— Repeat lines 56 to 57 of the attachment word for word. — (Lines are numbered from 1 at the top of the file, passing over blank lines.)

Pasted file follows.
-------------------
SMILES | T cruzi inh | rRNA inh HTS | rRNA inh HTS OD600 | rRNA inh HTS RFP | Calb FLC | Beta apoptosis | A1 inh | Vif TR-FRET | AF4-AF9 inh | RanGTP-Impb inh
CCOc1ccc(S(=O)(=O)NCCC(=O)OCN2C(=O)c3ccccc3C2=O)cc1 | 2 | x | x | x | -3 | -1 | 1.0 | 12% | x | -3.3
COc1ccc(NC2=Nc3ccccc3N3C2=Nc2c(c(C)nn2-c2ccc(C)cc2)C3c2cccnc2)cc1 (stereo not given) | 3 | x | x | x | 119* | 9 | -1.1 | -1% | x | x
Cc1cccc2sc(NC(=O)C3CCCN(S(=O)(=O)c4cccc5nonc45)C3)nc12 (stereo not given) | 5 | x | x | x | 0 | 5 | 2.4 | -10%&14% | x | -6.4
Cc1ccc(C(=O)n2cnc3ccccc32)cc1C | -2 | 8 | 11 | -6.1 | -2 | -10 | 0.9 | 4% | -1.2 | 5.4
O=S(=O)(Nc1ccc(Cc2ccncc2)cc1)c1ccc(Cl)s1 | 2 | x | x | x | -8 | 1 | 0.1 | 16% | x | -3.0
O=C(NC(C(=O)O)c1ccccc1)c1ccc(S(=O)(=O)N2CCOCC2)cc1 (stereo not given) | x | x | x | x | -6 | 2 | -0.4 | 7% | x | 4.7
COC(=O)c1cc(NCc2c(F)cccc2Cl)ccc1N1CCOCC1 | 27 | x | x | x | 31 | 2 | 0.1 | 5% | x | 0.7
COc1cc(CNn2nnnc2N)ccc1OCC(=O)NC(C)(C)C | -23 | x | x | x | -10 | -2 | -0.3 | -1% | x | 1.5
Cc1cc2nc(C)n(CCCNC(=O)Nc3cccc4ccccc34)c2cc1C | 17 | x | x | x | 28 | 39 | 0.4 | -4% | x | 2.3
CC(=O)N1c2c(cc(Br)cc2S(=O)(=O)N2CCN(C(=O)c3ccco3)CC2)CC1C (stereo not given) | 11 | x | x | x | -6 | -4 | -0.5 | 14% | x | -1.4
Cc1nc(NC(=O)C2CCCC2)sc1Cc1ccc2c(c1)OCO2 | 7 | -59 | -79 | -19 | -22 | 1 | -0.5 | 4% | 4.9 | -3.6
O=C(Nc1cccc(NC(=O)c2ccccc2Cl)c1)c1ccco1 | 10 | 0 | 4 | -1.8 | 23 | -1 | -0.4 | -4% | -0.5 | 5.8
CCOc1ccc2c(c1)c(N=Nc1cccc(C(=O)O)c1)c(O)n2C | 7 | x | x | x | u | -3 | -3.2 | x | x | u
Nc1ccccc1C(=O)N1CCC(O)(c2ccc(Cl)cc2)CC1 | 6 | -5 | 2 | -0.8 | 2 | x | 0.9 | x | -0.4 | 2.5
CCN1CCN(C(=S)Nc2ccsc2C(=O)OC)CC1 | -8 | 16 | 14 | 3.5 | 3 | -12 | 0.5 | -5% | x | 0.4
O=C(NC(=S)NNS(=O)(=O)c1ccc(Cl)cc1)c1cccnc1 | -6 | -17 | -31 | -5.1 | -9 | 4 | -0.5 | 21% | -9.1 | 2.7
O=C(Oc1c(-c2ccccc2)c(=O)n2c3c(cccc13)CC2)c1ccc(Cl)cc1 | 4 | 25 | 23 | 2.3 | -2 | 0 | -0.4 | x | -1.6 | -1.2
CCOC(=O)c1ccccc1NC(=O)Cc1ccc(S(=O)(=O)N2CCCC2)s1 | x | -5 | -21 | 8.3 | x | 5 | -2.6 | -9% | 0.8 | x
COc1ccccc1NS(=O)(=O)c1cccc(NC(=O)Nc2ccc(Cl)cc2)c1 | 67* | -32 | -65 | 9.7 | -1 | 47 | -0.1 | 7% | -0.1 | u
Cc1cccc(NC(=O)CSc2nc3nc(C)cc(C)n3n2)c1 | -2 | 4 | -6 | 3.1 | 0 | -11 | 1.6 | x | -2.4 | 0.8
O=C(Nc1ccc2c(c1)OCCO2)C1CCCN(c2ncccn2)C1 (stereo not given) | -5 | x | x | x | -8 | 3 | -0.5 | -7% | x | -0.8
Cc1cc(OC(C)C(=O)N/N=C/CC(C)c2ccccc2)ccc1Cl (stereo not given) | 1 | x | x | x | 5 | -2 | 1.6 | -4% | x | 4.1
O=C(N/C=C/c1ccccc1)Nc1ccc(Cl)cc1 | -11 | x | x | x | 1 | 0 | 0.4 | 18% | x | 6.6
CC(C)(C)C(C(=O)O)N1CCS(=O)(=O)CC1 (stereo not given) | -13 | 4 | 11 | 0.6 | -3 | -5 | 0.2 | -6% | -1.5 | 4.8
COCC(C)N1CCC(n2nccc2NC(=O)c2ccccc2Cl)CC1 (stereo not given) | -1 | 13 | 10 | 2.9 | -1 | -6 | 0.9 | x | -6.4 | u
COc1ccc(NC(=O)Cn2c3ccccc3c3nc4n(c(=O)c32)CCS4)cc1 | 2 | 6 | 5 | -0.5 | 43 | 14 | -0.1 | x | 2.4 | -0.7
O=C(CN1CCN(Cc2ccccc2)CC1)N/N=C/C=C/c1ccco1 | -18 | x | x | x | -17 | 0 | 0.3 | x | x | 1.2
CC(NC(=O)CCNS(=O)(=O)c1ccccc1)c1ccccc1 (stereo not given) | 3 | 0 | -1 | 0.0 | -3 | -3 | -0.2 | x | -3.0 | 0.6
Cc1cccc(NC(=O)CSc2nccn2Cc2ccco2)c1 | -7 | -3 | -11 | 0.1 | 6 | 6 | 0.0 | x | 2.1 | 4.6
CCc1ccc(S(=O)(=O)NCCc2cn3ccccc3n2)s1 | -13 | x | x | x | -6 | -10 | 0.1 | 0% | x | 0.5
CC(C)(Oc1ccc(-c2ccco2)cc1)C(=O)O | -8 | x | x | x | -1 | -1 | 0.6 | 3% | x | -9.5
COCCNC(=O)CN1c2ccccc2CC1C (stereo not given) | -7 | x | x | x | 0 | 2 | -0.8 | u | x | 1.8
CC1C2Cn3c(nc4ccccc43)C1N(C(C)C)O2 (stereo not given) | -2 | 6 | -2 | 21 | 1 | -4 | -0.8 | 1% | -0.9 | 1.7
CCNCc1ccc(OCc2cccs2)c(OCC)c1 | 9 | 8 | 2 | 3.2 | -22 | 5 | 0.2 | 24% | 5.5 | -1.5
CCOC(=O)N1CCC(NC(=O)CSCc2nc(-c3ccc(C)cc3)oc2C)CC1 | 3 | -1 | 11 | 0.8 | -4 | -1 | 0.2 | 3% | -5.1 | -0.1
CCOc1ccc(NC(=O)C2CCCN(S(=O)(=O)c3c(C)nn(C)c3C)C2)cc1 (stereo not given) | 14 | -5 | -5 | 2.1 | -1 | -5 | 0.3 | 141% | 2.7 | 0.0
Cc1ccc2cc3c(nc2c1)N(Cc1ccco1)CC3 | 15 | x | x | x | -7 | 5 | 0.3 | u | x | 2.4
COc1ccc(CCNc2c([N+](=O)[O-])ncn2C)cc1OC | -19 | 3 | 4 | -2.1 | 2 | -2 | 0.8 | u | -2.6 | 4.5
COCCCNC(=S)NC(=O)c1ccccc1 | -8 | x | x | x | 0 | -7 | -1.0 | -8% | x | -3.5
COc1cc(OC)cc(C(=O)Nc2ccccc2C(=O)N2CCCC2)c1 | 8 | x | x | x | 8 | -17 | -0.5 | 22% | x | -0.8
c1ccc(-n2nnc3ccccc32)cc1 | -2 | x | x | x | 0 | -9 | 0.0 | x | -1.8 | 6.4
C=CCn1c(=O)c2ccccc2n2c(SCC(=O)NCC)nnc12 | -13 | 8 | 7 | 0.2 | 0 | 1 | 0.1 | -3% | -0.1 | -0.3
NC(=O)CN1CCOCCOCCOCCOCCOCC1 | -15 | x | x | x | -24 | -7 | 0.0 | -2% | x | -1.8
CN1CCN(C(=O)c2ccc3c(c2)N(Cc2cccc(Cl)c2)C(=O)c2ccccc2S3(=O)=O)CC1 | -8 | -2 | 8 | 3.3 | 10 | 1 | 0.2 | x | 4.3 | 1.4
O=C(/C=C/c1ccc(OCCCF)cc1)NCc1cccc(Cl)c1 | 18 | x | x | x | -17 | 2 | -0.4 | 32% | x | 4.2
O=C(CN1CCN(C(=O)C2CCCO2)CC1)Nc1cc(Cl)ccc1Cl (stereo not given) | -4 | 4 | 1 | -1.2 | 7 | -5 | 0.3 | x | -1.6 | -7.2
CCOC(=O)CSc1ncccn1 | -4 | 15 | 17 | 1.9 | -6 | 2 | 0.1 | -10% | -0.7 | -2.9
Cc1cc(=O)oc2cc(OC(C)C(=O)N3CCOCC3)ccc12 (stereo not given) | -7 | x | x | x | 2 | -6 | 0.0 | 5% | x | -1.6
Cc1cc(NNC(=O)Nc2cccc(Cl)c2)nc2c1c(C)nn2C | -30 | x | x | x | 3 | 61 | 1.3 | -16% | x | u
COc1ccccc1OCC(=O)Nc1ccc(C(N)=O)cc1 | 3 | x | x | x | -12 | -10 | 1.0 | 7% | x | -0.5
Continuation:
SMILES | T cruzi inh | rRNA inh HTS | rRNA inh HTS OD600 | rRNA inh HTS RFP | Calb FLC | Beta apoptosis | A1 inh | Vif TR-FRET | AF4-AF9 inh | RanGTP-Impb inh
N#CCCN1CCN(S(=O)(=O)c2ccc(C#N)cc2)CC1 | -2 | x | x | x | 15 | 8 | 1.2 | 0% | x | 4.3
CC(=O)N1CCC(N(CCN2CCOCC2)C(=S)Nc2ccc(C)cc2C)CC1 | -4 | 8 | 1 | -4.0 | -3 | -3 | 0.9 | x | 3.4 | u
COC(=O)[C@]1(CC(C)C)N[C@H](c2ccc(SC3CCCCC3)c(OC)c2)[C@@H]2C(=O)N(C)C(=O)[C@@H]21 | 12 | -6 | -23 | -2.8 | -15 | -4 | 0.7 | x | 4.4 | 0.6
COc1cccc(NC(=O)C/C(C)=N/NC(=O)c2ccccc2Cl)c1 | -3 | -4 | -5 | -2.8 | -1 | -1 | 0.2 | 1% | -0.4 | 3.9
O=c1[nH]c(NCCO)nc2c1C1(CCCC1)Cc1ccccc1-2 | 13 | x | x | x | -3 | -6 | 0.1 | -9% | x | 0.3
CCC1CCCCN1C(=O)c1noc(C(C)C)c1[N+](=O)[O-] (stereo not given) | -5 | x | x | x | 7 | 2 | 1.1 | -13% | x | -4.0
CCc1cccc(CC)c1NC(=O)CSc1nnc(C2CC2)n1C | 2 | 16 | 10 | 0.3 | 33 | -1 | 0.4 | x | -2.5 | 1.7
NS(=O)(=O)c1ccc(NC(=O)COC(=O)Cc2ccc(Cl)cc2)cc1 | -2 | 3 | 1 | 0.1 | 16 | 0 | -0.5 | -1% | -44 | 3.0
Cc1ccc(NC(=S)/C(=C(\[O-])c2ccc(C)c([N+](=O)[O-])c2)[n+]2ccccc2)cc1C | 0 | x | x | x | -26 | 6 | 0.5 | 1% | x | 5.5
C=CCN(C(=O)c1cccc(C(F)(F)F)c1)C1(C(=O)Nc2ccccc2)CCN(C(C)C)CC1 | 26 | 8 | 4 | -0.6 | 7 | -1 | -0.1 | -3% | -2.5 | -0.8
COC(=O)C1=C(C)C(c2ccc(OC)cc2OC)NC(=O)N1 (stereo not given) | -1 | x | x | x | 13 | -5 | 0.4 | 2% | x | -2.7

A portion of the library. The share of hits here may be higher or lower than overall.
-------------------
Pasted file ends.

COC(=O)[C@]1(CC(C)C)N[C@H](c2ccc(SC3CCCCC3)c(OC)c2)[C@@H]2C(=O)N(C)C(=O)[C@@H]21 | 12 | -6 | -23 | -2.8 | -15 | -4 | 0.7 | x | 4.4 | 0.6
COc1cccc(NC(=O)C/C(C)=N/NC(=O)c2ccccc2Cl)c1 | -3 | -4 | -5 | -2.8 | -1 | -1 | 0.2 | 1% | -0.4 | 3.9